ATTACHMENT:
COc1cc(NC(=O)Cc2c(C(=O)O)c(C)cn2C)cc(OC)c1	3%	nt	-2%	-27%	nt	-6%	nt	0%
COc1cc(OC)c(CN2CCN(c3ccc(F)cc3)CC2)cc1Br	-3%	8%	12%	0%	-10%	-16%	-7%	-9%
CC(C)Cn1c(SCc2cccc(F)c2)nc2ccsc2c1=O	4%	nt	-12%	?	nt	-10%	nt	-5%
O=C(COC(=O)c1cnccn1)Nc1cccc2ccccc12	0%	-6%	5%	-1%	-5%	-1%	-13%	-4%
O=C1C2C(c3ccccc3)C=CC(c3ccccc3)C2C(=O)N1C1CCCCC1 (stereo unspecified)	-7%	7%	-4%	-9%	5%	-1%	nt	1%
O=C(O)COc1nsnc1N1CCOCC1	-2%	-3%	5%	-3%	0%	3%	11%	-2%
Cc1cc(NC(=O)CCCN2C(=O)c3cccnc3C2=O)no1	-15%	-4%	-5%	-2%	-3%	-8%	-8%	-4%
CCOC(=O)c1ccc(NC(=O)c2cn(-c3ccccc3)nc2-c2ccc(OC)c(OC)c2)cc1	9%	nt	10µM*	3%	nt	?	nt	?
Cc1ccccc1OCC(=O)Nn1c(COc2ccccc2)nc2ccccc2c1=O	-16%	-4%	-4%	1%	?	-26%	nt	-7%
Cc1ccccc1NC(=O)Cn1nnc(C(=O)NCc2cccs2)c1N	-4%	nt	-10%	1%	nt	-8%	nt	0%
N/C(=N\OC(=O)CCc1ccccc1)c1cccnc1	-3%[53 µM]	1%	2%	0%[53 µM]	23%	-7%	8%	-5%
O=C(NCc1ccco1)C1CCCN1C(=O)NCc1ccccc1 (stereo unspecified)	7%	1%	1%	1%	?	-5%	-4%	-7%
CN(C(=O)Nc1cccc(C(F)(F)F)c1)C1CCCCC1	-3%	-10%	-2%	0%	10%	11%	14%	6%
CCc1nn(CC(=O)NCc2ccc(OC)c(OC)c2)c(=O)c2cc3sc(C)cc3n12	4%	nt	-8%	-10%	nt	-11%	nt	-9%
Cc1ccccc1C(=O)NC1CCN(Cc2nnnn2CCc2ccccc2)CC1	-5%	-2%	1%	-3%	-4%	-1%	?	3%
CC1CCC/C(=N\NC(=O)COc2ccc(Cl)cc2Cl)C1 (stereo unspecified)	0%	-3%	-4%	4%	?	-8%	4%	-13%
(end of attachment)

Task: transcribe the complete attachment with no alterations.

COc1cc(NC(=O)Cc2c(C(=O)O)c(C)cn2C)cc(OC)c1	3%	nt	-2%	-27%	nt	-6%	nt	0%
COc1cc(OC)c(CN2CCN(c3ccc(F)cc3)CC2)cc1Br	-3%	8%	12%	0%	-10%	-16%	-7%	-9%
CC(C)Cn1c(SCc2cccc(F)c2)nc2ccsc2c1=O	4%	nt	-12%	?	nt	-10%	nt	-5%
O=C(COC(=O)c1cnccn1)Nc1cccc2ccccc12	0%	-6%	5%	-1%	-5%	-1%	-13%	-4%
O=C1C2C(c3ccccc3)C=CC(c3ccccc3)C2C(=O)N1C1CCCCC1 (stereo unspecified)	-7%	7%	-4%	-9%	5%	-1%	nt	1%
O=C(O)COc1nsnc1N1CCOCC1	-2%	-3%	5%	-3%	0%	3%	11%	-2%
Cc1cc(NC(=O)CCCN2C(=O)c3cccnc3C2=O)no1	-15%	-4%	-5%	-2%	-3%	-8%	-8%	-4%
CCOC(=O)c1ccc(NC(=O)c2cn(-c3ccccc3)nc2-c2ccc(OC)c(OC)c2)cc1	9%	nt	10µM*	3%	nt	?	nt	?
Cc1ccccc1OCC(=O)Nn1c(COc2ccccc2)nc2ccccc2c1=O	-16%	-4%	-4%	1%	?	-26%	nt	-7%
Cc1ccccc1NC(=O)Cn1nnc(C(=O)NCc2cccs2)c1N	-4%	nt	-10%	1%	nt	-8%	nt	0%
N/C(=N\OC(=O)CCc1ccccc1)c1cccnc1	-3%[53 µM]	1%	2%	0%[53 µM]	23%	-7%	8%	-5%
O=C(NCc1ccco1)C1CCCN1C(=O)NCc1ccccc1 (stereo unspecified)	7%	1%	1%	1%	?	-5%	-4%	-7%
CN(C(=O)Nc1cccc(C(F)(F)F)c1)C1CCCCC1	-3%	-10%	-2%	0%	10%	11%	14%	6%
CCc1nn(CC(=O)NCc2ccc(OC)c(OC)c2)c(=O)c2cc3sc(C)cc3n12	4%	nt	-8%	-10%	nt	-11%	nt	-9%
Cc1ccccc1C(=O)NC1CCN(Cc2nnnn2CCc2ccccc2)CC1	-5%	-2%	1%	-3%	-4%	-1%	?	3%
CC1CCC/C(=N\NC(=O)COc2ccc(Cl)cc2Cl)C1 (stereo unspecified)	0%	-3%	-4%	4%	?	-8%	4%	-13%